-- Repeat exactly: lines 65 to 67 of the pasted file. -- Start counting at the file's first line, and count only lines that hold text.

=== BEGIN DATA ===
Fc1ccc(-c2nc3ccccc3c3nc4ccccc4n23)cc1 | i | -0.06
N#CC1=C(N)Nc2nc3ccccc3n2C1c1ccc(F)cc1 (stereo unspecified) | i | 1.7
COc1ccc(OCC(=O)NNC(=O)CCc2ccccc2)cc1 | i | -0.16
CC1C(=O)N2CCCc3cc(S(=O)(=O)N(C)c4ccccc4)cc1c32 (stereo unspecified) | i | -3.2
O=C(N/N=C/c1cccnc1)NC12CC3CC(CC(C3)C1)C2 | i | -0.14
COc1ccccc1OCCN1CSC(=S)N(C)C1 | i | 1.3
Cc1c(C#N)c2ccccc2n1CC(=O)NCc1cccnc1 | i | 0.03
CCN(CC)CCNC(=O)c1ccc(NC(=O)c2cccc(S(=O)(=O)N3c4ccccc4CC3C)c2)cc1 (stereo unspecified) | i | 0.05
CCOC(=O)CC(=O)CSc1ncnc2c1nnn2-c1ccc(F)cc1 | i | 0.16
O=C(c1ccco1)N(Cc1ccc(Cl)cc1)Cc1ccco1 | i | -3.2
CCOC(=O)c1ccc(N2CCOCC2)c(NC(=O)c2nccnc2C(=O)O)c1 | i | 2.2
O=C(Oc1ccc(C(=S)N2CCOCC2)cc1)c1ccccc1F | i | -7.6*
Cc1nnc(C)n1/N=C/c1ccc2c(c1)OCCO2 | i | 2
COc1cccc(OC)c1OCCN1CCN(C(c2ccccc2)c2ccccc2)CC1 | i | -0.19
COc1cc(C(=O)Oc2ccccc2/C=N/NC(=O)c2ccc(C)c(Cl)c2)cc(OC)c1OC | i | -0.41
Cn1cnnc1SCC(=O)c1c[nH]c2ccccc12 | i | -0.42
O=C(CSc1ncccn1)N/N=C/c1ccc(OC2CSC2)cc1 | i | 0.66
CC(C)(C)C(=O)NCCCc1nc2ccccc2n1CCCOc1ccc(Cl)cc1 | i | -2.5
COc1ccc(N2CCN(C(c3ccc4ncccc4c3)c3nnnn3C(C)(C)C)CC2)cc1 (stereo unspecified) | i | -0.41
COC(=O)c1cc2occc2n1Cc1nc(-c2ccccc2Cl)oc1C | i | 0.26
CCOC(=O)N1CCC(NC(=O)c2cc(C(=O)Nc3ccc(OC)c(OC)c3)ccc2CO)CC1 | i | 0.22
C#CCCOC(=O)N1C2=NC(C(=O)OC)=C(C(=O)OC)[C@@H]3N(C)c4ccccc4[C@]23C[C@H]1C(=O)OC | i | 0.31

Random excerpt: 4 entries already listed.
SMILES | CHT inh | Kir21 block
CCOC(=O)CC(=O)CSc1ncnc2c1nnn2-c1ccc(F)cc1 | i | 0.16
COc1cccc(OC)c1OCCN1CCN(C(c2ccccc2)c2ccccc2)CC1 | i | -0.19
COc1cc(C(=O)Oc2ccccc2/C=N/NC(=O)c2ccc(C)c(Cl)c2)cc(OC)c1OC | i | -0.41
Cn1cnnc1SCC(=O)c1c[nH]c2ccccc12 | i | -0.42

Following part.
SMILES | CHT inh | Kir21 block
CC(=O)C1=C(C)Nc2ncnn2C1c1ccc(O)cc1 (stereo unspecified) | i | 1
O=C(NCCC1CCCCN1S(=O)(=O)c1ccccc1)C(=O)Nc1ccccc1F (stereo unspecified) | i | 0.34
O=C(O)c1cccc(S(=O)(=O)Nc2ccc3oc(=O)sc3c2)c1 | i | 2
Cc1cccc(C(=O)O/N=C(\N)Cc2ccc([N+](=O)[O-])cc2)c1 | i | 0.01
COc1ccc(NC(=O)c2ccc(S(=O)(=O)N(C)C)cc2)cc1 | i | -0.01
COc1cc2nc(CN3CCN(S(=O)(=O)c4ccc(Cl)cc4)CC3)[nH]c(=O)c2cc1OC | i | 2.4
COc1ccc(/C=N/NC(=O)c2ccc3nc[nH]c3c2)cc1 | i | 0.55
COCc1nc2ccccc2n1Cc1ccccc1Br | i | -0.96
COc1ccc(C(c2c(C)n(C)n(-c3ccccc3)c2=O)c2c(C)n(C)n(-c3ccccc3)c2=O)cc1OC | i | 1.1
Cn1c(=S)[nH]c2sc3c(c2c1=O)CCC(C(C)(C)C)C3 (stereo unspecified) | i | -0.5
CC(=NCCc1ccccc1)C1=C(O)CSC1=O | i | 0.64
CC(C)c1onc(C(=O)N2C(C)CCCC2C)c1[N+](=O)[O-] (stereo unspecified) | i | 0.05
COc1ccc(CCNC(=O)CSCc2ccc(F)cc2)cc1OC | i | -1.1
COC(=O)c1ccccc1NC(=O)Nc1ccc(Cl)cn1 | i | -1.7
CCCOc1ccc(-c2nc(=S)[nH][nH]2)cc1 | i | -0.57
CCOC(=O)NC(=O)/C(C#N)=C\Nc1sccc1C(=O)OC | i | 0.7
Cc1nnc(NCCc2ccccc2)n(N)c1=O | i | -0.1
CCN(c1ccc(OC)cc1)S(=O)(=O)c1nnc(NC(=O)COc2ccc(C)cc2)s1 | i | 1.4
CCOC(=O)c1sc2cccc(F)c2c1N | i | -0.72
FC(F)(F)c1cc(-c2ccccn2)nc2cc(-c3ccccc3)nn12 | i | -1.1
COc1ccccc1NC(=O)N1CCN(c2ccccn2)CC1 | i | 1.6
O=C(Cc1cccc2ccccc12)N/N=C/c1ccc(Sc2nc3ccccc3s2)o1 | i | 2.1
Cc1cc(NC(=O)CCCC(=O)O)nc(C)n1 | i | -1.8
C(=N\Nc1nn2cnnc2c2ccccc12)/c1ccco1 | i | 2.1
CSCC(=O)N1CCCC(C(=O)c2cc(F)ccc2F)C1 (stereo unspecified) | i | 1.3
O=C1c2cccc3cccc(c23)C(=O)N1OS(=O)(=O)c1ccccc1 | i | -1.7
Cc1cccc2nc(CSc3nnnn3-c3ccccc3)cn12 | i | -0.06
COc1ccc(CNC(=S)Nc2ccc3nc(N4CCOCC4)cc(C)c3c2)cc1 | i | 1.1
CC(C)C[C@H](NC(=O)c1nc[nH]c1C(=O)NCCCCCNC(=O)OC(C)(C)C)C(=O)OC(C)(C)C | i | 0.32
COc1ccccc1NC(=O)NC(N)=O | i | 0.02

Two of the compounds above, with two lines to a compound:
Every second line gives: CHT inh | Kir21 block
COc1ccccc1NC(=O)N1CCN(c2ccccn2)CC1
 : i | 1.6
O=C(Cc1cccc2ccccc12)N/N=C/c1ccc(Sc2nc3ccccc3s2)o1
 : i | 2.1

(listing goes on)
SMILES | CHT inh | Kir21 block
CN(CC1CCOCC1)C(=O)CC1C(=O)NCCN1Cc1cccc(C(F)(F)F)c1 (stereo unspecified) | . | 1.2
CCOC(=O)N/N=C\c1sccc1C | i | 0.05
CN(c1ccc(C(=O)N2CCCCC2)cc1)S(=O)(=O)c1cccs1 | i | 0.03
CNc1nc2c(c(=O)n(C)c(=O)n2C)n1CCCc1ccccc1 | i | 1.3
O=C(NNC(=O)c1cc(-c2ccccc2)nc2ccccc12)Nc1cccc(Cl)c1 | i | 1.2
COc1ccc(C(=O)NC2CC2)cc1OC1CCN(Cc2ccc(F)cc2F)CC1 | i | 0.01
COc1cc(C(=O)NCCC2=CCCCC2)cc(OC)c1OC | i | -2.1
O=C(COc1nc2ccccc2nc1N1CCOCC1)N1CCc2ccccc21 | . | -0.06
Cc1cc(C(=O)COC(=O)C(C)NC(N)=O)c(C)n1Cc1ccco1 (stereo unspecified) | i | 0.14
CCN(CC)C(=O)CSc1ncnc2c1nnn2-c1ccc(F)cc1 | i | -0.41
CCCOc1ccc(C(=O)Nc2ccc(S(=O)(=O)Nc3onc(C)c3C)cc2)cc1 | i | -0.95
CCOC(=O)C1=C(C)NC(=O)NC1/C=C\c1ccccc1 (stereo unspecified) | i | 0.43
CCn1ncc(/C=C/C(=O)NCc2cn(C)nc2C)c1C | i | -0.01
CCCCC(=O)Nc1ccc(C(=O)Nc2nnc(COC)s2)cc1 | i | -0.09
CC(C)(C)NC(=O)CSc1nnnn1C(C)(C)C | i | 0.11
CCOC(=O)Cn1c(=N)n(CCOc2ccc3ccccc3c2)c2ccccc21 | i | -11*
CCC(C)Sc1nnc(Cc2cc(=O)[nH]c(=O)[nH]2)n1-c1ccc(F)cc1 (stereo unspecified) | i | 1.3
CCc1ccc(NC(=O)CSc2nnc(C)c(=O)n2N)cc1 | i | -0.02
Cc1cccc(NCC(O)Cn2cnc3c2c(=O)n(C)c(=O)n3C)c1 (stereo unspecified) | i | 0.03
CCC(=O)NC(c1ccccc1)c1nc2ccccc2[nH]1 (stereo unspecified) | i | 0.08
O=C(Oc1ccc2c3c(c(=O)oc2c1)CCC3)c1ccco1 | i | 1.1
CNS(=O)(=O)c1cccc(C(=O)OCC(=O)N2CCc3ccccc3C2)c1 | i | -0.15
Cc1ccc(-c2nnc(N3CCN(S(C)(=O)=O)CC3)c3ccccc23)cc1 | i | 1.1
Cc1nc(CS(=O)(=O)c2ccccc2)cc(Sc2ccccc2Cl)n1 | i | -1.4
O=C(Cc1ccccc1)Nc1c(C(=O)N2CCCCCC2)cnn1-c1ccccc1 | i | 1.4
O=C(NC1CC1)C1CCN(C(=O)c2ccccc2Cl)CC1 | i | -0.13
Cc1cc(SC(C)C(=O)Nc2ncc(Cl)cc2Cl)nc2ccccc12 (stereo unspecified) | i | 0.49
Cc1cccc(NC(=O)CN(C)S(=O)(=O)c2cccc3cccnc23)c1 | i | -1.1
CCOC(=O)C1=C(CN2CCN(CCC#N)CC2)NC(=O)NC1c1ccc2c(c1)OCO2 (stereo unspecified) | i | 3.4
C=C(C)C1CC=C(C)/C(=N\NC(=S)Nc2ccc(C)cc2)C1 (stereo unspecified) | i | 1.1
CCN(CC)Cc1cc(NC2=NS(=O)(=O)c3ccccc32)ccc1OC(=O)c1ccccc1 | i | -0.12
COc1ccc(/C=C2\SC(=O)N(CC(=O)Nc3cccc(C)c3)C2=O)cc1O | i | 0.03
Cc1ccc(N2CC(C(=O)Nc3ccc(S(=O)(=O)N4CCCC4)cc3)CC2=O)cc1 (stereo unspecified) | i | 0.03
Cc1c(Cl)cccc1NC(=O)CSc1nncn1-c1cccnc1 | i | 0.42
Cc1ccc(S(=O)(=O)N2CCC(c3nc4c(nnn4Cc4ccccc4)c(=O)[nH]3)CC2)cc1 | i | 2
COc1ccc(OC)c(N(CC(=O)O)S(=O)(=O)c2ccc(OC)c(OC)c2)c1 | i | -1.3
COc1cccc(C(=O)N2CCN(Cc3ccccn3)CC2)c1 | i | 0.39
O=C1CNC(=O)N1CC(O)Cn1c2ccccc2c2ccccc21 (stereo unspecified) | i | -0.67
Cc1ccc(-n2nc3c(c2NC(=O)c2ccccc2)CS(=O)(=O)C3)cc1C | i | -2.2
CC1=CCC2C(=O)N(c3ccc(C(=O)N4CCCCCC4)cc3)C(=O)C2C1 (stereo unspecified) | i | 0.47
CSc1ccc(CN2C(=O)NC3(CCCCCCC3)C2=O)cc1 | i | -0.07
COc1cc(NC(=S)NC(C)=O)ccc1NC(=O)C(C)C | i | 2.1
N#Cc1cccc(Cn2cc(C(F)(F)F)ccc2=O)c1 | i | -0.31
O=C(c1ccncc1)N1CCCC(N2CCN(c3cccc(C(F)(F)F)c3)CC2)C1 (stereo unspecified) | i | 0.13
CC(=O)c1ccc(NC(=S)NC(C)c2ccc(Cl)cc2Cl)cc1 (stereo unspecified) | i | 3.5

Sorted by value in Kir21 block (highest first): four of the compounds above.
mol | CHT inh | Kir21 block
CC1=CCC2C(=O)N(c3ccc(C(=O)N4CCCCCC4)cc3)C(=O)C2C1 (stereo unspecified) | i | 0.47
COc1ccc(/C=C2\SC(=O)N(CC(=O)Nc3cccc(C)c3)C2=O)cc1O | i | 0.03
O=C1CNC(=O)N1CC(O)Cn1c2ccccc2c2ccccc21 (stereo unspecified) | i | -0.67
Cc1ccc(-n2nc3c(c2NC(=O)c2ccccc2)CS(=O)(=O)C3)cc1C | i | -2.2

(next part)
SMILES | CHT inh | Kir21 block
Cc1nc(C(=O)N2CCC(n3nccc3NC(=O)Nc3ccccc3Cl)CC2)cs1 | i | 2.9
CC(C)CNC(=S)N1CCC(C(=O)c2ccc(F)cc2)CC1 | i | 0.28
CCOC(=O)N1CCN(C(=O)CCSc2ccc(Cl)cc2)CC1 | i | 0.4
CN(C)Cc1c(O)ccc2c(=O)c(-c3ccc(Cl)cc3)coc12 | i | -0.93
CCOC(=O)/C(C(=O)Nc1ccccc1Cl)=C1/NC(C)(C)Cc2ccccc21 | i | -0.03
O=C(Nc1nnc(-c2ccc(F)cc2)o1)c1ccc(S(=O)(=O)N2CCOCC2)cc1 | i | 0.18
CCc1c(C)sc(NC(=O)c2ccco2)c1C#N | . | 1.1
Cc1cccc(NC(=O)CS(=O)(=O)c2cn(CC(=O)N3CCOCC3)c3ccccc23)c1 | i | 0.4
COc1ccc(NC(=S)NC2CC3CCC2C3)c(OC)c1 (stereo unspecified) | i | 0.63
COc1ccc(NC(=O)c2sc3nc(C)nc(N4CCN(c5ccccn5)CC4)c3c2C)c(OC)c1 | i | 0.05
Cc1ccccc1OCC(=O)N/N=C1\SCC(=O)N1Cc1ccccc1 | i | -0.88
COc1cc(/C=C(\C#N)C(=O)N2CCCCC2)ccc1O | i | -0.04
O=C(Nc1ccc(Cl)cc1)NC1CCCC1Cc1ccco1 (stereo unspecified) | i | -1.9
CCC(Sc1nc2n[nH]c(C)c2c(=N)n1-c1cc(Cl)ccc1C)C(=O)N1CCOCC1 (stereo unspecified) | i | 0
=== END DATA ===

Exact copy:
O=C(Cc1cccc2ccccc12)N/N=C/c1ccc(Sc2nc3ccccc3s2)o1
 : i | 2.1

(listing goes on)